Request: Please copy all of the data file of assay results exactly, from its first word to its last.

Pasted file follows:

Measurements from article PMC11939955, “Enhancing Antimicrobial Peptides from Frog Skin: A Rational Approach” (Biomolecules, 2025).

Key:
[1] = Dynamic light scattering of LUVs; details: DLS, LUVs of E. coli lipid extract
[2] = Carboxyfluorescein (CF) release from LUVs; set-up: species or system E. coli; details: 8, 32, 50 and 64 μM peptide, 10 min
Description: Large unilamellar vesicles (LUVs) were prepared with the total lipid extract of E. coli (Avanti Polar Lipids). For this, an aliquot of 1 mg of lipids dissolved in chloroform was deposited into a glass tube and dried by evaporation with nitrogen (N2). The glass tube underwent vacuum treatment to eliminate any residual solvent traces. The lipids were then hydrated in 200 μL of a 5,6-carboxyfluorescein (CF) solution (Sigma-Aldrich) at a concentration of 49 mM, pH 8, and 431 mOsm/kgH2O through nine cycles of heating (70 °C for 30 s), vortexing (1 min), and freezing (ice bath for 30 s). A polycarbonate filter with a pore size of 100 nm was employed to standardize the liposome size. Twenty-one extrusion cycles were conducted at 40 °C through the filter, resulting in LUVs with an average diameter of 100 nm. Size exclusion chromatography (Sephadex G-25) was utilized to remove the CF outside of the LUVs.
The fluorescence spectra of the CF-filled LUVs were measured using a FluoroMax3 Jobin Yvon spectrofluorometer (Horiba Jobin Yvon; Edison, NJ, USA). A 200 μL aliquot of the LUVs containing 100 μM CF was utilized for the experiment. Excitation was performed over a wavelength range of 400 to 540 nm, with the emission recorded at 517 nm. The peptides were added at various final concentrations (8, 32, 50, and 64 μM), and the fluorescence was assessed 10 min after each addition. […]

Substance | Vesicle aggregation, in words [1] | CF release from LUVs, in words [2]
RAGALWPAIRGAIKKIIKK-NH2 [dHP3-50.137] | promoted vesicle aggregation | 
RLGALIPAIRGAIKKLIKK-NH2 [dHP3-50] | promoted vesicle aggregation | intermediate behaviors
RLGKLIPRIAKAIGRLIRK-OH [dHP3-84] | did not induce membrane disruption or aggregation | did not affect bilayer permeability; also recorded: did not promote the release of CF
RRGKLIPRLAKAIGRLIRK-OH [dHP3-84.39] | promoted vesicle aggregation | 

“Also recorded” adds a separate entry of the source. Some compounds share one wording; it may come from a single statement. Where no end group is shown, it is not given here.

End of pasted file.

Measurements from article PMC11939955, “Enhancing Antimicrobial Peptides from Frog Skin: A Rational Approach” (Biomolecules, 2025).

Key:
[1] = Dynamic light scattering of LUVs; details: DLS, LUVs of E. coli lipid extract
[2] = Carboxyfluorescein (CF) release from LUVs; set-up: species or system E. coli; details: 8, 32, 50 and 64 μM peptide, 10 min
Description: Large unilamellar vesicles (LUVs) were prepared with the total lipid extract of E. coli (Avanti Polar Lipids). For this, an aliquot of 1 mg of lipids dissolved in chloroform was deposited into a glass tube and dried by evaporation with nitrogen (N2). The glass tube underwent vacuum treatment to eliminate any residual solvent traces. The lipids were then hydrated in 200 μL of a 5,6-carboxyfluorescein (CF) solution (Sigma-Aldrich) at a concentration of 49 mM, pH 8, and 431 mOsm/kgH2O through nine cycles of heating (70 °C for 30 s), vortexing (1 min), and freezing (ice bath for 30 s). A polycarbonate filter with a pore size of 100 nm was employed to standardize the liposome size. Twenty-one extrusion cycles were conducted at 40 °C through the filter, resulting in LUVs with an average diameter of 100 nm. Size exclusion chromatography (Sephadex G-25) was utilized to remove the CF outside of the LUVs.
The fluorescence spectra of the CF-filled LUVs were measured using a FluoroMax3 Jobin Yvon spectrofluorometer (Horiba Jobin Yvon; Edison, NJ, USA). A 200 μL aliquot of the LUVs containing 100 μM CF was utilized for the experiment. Excitation was performed over a wavelength range of 400 to 540 nm, with the emission recorded at 517 nm. The peptides were added at various final concentrations (8, 32, 50, and 64 μM), and the fluorescence was assessed 10 min after each addition. […]

Substance | Vesicle aggregation, in words [1] | CF release from LUVs, in words [2]
RAGALWPAIRGAIKKIIKK-NH2 [dHP3-50.137] | promoted vesicle aggregation | 
RLGALIPAIRGAIKKLIKK-NH2 [dHP3-50] | promoted vesicle aggregation | intermediate behaviors
RLGKLIPRIAKAIGRLIRK-OH [dHP3-84] | did not induce membrane disruption or aggregation | did not affect bilayer permeability; also recorded: did not promote the release of CF
RRGKLIPRLAKAIGRLIRK-OH [dHP3-84.39] | promoted vesicle aggregation | 

“Also recorded” adds a separate entry of the source. Some compounds share one wording; it may come from a single statement. Where no end group is shown, it is not given here.